We currently organising a launch workshop for An Economist's Guide at Riddel Hall, Queen's University Belfast, on 18 January 2019.
In addition to the editors and some of the book's many contributors, confirmed participants on the 18th include Wendy Carlin (Professor of Economics, University College London) and Nick Crafts (Professor of Economic History, University of Warwick).
Wendy is one of the driving forces behind the CORE project, which aims to revolutionise the way we teach first-year economics by "inverting" the curriculum and starting with topics usually left to the end (like game theory and information economics). The CORE syllabus is very interesting in that it tends to lead with empirical problems before moving to theoretical explanations, and so includes a lot of economic history.
Meanwhile, Nick is probably the most influential economic historian working in the UK today. He was appointed CBE in 2014 for services to economics and has become a regular commentator on the economics of Brexit. He has an excellent new book out which looks at the rise, fall, rise and fall again of the UK economy from the Industrial Revolution to the present day.
Our launch event will be covered by Econ Films, an award-winning production company specialised in making films about economics.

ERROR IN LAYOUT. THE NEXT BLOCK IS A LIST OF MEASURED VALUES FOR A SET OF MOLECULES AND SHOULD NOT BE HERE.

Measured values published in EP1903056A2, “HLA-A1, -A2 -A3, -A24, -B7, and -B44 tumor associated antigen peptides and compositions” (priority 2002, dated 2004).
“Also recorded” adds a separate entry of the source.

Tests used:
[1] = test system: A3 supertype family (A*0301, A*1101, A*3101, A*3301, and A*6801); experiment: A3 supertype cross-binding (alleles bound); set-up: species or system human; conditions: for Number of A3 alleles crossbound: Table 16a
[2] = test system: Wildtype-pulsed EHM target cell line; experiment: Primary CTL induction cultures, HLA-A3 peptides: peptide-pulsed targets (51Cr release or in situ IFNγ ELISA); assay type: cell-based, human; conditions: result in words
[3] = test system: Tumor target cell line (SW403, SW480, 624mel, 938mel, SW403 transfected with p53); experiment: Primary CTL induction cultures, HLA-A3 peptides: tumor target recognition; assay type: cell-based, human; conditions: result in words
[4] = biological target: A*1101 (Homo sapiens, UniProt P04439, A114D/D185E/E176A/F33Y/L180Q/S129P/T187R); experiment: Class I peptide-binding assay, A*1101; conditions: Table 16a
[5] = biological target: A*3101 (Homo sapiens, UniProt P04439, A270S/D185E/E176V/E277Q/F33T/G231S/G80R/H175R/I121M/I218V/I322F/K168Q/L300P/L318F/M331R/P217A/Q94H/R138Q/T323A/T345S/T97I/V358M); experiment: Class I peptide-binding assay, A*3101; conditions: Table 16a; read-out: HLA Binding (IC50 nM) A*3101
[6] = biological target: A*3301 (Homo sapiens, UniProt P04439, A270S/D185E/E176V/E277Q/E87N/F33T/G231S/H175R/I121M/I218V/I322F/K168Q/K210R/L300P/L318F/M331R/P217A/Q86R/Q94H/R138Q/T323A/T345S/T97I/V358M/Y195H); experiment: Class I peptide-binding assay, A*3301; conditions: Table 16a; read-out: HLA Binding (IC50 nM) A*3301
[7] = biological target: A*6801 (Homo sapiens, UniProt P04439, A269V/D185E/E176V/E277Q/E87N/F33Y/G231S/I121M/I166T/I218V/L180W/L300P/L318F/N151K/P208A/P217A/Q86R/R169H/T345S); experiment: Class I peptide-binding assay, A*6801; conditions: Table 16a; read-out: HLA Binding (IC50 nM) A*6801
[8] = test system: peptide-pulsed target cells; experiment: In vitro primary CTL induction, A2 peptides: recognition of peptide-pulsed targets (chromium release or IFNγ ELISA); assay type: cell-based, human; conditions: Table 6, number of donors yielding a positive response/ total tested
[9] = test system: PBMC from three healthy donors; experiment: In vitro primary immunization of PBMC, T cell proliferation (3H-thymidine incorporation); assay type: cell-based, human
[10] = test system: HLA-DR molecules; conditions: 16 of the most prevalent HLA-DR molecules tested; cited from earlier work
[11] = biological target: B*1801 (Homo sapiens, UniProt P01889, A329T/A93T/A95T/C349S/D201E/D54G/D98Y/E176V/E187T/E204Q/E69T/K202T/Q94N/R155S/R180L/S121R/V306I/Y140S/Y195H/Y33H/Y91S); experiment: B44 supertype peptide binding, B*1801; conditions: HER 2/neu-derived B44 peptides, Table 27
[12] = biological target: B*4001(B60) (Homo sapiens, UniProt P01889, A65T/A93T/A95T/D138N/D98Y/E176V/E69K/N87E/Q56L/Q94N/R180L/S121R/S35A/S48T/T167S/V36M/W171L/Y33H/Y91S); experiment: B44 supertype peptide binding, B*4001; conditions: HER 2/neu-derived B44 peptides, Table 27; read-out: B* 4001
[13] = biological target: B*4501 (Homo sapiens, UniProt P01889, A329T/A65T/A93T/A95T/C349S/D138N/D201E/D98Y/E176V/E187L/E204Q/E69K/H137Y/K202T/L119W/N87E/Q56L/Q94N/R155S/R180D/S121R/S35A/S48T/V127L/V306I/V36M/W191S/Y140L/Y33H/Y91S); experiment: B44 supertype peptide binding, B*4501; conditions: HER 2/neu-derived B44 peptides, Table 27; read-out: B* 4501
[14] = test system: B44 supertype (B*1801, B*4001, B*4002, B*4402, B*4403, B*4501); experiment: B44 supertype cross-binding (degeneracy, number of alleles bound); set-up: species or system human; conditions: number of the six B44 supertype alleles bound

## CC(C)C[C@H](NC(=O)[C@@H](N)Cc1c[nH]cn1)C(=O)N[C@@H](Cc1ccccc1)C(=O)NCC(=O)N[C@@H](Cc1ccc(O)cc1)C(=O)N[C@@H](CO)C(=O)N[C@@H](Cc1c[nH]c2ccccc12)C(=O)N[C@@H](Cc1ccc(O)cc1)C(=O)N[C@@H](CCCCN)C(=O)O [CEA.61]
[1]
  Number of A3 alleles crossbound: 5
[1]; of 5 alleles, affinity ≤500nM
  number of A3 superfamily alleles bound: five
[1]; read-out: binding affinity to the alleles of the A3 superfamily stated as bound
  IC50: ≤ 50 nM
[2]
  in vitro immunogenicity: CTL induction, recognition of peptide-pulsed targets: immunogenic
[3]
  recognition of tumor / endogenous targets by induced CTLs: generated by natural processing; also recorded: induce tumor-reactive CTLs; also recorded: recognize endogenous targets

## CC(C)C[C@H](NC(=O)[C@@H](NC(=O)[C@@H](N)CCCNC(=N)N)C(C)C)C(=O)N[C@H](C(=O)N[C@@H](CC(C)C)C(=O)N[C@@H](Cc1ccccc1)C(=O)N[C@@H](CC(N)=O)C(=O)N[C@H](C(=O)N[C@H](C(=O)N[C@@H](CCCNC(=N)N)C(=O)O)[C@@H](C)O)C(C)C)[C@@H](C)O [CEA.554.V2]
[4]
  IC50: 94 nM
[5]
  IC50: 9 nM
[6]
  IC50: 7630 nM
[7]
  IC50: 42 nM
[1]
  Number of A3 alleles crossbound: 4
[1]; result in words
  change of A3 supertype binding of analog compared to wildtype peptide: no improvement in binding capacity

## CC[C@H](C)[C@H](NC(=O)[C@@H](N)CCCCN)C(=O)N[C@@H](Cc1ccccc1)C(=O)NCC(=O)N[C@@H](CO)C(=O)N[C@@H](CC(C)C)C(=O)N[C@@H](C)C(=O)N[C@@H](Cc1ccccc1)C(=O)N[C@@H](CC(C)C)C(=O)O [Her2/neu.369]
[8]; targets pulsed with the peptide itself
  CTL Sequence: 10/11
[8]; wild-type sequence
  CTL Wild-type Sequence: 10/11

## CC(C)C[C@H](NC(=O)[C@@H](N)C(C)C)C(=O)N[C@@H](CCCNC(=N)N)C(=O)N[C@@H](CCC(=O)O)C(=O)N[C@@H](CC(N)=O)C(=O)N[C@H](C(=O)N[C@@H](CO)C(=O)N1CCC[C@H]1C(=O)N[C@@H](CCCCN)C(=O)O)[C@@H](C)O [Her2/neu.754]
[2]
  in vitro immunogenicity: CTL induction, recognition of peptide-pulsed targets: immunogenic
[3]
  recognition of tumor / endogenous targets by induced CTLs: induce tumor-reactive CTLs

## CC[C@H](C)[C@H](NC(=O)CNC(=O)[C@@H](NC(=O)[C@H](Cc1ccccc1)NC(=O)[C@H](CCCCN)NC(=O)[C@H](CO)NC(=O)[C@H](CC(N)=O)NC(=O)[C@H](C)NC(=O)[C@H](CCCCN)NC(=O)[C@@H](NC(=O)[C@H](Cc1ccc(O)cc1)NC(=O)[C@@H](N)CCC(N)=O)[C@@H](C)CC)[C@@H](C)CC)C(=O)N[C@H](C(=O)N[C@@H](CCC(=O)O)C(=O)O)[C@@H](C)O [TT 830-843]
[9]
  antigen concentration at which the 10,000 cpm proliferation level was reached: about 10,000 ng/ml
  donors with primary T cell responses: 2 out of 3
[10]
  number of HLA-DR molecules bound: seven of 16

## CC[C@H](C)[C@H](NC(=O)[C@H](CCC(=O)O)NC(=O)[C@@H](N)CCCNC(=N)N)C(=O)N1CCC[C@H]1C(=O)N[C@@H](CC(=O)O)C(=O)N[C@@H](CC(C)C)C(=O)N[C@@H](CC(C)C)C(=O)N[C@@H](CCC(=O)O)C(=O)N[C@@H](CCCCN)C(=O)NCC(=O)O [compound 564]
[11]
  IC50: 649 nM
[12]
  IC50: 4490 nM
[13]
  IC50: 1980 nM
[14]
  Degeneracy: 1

Please get in touch with me if you wish to attend our workshop.
In terms of an update on the book's progress through the presses, we are still on course for a November 2018 publication.
I am writing this short update from Montréal, host city for the 2018 Meetings of the Economic History Association. I had a little wonder around the McGill campus this morning, and am about to visit the Museum of Fine Arts. I am very much looking forward to the conference, which starts tomorrow.
From the conference programme, I can see quite a few contributors to An Economist's Guide will be here: Guido Alfani, Vellore Arthi, Jari Eloranta, Price Fishback, Rowena Gray, Noel Johnson, Mark Koyama, Alexander Moradi, Larry Neal, Cormac Ó Gráda, Richard Steckel, and, of course, yours truly! That's 12 out of 51 of the book's authors in one place. Note bad!
On Sunday, I will be presenting a paper I wrote with Matthias and Eoin on the Great Irish Famine. We used our prison dataset to do some anthropometrics, the study of human height - a surprisingly good indicator of health when you haven't got other statistics to hand. We find evidence that those who survived the Famine and reached adulthood are highly selected bunch who did not themselves suffer famine malnutrition and disease. We think this is an important result for a number of reasons, not least because related studies do a bad job of considering selection effects. You can read the full paper here.
Meanwhile, Matthias and I have been putting in the finishing touches to the book proofs. All the missing references are now sorted, and Adi's new visually-appealing graphics uploaded. We will see another version in a couple of weeks to make any last-minute changes, and then it is off to the printers!
Chris Colvin is an economic historian based at Queen’s University Belfast, UK.